America is not Weimar. We have not lost a World War or been forced to pay war debt; we’ve had 250 years of democracy, not 25; Trump isn’t Hitler, and Biden isn’t calling for communism.

And yet: there are some scary parallels. Let's start with the left.
This summer, America entered a still-ongoing period of civil unrest. Radicals took over city blocs, set fire to police stations, and destroyed countless storefronts. Shootings surged alongside lootings; the murder rate climbed.
What recalls interwar Germany here is not the chaos itself, but the way it has been excused, even encouraged, by those notionally in a position to stop it—many of whom seem ambivalent about whether the republic it threatens deserves defense.
Tellingly, the excuses all contradicted each other. If violence were extraordinarily rare, there would be no reason to deny its status AS violence or to defend its tactical value—whereas if looting weren’t violent, its attention-grabbing power would be extraordinarily diminished.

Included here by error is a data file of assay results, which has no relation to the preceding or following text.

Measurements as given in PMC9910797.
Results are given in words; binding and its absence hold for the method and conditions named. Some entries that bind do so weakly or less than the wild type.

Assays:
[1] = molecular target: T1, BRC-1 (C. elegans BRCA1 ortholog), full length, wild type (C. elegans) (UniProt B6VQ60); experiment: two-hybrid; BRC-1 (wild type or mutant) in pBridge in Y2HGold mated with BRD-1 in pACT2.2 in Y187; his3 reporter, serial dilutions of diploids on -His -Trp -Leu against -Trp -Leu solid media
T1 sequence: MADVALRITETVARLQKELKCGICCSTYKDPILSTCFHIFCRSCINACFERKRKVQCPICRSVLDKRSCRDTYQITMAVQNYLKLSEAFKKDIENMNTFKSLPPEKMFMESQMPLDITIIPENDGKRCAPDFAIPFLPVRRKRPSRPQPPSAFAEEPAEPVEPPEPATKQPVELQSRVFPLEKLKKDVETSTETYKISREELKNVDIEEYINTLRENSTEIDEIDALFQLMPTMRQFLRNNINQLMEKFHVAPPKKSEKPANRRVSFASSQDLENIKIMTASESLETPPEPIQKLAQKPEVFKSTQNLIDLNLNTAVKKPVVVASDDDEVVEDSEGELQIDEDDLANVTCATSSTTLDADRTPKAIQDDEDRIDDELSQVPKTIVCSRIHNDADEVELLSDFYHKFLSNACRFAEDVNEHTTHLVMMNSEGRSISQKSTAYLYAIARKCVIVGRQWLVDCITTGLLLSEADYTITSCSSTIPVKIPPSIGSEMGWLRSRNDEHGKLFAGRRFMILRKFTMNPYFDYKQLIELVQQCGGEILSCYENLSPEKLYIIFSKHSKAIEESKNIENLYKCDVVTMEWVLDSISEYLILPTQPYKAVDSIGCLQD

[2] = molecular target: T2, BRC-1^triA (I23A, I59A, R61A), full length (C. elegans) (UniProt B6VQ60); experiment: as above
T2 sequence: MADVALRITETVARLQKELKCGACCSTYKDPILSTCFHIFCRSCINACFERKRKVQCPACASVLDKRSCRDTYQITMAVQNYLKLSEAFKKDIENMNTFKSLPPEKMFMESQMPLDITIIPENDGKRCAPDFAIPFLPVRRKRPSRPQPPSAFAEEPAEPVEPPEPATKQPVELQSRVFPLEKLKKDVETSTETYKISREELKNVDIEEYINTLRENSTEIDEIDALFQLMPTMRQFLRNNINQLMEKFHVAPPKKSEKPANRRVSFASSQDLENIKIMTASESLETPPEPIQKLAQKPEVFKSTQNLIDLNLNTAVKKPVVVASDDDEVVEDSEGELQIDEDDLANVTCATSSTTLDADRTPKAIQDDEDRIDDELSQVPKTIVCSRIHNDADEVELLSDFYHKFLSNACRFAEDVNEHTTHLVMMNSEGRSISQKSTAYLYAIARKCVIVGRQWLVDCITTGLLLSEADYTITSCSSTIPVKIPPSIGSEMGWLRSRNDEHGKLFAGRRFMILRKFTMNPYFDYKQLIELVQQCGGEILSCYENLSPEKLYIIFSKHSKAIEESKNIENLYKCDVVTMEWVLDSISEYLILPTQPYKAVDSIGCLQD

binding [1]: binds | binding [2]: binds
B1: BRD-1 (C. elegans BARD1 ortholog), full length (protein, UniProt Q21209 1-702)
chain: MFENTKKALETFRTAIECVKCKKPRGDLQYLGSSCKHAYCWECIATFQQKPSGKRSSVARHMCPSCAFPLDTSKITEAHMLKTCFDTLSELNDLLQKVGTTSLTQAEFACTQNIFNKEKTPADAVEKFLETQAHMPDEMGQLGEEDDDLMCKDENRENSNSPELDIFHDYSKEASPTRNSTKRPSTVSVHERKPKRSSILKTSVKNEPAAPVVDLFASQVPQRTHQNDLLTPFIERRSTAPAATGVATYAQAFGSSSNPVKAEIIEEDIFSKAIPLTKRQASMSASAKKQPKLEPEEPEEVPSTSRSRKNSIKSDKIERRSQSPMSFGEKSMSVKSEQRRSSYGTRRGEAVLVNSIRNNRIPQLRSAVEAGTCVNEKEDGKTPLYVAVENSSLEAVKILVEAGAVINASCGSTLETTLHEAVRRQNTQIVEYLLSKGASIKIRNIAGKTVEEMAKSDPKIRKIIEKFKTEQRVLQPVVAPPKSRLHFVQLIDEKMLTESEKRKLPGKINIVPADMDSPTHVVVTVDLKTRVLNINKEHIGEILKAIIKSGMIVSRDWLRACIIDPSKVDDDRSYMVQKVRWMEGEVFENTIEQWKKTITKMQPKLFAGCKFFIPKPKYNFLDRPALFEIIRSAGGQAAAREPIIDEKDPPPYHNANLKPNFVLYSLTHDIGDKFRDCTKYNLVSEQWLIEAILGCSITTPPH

The contradictions suggest that the violence isn't rooted in ideology, but rather a kind of inchoate radicalism: a vague, burn-it-down impulse that has infected both sides of the aisle. And you'd be hard pressed to find a better example of symmetric polarization than Weimar.
Part of the problem was that Weimar lacked a politically unifying moment in national history along the lines of the Declaration of Independence. A series of leftwing putsches left the Republic without an agreed-upon founding liturgy, exacerbating division and oikophobia.